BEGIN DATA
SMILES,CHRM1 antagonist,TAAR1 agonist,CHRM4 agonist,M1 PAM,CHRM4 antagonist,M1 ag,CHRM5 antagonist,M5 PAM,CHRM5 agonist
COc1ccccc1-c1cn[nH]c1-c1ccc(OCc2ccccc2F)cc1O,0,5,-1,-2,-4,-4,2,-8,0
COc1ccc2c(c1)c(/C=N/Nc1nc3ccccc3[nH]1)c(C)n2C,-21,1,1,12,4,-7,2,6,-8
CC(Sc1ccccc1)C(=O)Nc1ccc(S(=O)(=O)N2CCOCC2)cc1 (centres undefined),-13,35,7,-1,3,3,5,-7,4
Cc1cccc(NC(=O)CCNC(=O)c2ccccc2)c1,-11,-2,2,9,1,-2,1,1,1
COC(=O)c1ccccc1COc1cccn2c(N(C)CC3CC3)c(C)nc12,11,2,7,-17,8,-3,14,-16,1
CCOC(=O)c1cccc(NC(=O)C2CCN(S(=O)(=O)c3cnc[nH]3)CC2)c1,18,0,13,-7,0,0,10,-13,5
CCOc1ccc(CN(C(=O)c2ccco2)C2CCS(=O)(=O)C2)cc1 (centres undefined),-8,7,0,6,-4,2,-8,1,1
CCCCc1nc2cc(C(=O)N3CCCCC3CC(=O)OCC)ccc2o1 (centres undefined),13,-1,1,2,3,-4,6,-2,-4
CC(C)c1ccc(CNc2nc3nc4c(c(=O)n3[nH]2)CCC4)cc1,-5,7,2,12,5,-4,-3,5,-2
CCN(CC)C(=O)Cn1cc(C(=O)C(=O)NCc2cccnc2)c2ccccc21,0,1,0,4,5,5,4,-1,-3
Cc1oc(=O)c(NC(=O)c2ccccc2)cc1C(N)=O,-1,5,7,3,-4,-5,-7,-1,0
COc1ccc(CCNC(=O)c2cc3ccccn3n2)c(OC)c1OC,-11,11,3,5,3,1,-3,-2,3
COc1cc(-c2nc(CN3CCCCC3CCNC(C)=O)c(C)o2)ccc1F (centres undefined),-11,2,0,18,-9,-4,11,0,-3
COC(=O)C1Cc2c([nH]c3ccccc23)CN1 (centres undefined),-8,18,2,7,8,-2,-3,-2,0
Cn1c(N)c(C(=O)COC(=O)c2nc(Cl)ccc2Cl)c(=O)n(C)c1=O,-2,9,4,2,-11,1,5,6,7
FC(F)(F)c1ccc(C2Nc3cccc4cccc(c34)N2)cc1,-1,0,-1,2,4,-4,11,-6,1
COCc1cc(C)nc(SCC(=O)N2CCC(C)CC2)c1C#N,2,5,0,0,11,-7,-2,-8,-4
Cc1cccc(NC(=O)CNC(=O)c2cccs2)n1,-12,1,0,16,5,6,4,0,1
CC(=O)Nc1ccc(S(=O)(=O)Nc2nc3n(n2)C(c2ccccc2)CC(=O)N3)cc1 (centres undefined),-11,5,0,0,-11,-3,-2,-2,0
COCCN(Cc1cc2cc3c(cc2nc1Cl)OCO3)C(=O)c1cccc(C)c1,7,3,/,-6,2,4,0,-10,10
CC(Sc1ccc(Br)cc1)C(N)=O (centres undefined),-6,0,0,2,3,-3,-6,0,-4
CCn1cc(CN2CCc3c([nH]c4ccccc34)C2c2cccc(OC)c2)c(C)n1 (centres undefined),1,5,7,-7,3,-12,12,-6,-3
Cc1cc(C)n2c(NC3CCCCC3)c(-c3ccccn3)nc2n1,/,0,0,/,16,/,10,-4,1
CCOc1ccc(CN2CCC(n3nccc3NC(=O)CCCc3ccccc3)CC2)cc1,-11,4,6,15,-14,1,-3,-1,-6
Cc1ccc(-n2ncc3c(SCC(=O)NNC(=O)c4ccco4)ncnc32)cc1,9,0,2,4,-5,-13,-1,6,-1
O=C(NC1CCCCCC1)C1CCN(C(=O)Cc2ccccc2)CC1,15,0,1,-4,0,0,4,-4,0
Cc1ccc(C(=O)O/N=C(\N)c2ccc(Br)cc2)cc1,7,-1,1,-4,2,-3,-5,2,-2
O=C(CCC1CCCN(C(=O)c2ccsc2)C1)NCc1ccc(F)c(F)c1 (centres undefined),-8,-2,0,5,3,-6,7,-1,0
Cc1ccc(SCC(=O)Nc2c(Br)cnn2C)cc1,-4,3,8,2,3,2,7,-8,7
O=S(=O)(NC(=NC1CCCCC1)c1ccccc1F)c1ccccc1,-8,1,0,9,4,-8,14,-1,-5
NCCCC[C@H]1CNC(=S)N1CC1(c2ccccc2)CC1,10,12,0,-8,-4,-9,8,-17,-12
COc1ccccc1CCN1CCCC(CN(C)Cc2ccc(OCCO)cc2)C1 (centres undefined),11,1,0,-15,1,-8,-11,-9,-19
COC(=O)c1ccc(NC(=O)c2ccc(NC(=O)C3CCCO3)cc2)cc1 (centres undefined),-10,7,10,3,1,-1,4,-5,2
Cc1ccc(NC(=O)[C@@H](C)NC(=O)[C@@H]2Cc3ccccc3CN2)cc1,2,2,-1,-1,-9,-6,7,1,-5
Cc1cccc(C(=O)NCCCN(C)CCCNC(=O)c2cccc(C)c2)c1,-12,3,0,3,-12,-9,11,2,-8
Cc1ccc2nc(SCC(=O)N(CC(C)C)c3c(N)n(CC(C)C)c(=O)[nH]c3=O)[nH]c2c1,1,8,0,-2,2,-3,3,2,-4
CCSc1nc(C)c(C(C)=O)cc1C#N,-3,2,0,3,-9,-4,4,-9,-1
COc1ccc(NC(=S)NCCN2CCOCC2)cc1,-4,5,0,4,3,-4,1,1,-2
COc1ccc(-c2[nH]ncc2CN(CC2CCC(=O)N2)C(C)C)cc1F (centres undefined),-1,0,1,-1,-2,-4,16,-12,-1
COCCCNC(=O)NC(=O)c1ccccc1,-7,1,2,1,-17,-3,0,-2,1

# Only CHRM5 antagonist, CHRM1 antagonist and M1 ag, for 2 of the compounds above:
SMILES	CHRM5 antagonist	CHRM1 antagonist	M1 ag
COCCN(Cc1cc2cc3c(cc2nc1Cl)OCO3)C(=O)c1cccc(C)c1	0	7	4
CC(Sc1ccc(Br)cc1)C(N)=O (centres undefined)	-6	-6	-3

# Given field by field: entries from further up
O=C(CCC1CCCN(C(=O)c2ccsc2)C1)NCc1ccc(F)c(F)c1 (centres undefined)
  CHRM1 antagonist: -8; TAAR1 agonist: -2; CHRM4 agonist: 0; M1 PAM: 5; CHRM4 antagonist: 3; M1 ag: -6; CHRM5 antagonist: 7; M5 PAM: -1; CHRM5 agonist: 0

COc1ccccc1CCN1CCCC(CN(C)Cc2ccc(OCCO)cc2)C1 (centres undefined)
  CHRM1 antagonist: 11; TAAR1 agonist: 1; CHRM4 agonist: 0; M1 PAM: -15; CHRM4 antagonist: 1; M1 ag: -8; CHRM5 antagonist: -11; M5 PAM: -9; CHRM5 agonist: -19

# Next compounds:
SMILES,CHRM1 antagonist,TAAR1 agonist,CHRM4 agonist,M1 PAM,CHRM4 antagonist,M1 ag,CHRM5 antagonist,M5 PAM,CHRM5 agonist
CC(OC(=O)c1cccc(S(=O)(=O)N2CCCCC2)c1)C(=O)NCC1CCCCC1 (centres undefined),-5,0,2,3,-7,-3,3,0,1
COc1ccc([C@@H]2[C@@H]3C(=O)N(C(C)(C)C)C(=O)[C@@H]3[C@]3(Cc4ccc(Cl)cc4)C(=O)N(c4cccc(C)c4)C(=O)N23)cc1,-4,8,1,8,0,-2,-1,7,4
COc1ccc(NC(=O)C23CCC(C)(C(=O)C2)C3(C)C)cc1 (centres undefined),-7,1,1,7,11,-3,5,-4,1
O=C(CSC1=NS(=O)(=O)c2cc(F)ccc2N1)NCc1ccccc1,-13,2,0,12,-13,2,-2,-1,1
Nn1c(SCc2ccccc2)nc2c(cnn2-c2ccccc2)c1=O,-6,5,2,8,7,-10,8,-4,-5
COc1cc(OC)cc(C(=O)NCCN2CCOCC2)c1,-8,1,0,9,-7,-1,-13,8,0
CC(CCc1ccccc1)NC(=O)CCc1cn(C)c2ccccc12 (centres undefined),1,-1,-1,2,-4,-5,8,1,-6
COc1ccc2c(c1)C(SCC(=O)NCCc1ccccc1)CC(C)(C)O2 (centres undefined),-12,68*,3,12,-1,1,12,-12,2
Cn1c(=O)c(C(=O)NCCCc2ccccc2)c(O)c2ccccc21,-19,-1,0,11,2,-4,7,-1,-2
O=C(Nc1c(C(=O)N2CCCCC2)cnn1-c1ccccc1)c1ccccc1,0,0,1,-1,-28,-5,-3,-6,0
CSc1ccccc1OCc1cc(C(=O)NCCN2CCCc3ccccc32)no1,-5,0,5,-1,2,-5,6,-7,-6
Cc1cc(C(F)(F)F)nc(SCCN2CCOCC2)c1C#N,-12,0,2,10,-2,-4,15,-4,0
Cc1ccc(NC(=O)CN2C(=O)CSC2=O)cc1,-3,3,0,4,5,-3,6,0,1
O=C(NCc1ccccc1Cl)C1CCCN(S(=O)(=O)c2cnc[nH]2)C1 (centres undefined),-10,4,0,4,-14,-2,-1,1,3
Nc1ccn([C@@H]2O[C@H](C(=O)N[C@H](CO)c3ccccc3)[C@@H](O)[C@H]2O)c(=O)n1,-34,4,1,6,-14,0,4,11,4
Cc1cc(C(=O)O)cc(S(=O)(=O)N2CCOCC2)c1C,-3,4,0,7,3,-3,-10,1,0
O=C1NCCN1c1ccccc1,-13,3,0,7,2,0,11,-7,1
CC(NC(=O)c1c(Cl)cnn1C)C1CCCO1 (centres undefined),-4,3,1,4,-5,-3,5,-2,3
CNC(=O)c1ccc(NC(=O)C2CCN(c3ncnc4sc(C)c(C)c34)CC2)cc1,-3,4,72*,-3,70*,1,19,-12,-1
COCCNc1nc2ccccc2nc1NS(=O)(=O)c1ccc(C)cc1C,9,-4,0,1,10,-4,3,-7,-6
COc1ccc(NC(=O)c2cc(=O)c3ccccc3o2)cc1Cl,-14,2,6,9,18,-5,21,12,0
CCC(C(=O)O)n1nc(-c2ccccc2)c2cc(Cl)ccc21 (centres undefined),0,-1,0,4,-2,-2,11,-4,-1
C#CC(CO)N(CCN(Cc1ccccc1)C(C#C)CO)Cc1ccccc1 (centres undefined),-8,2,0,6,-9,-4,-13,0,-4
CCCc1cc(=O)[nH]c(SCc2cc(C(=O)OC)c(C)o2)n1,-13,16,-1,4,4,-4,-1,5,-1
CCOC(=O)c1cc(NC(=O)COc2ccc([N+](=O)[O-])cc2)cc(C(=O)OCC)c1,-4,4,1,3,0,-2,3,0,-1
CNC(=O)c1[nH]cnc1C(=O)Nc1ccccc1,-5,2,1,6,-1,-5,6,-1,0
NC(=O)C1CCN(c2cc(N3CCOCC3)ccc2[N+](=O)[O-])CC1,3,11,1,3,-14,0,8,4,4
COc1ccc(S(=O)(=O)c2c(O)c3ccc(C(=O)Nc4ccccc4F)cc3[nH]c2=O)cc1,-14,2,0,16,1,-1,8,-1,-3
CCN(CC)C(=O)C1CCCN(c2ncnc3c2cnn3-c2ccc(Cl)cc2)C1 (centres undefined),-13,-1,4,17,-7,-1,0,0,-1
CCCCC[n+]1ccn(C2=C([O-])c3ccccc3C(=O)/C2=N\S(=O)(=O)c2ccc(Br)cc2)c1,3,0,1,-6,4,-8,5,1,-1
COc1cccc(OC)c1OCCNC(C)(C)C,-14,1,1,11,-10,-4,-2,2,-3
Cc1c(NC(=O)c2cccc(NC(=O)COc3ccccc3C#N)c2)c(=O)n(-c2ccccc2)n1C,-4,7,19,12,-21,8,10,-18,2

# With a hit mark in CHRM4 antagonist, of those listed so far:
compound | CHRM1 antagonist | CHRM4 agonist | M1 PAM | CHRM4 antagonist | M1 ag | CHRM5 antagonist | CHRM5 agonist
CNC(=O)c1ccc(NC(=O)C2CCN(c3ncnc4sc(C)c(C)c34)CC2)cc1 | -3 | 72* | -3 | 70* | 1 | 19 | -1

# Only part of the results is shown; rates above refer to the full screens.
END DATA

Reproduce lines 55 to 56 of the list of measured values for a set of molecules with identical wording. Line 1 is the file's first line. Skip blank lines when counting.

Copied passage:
COc1ccc(NC(=O)C23CCC(C)(C(=O)C2)C3(C)C)cc1 (centres undefined),-7,1,1,7,11,-3,5,-4,1
O=C(CSC1=NS(=O)(=O)c2cc(F)ccc2N1)NCc1ccccc1,-13,2,0,12,-13,2,-2,-1,1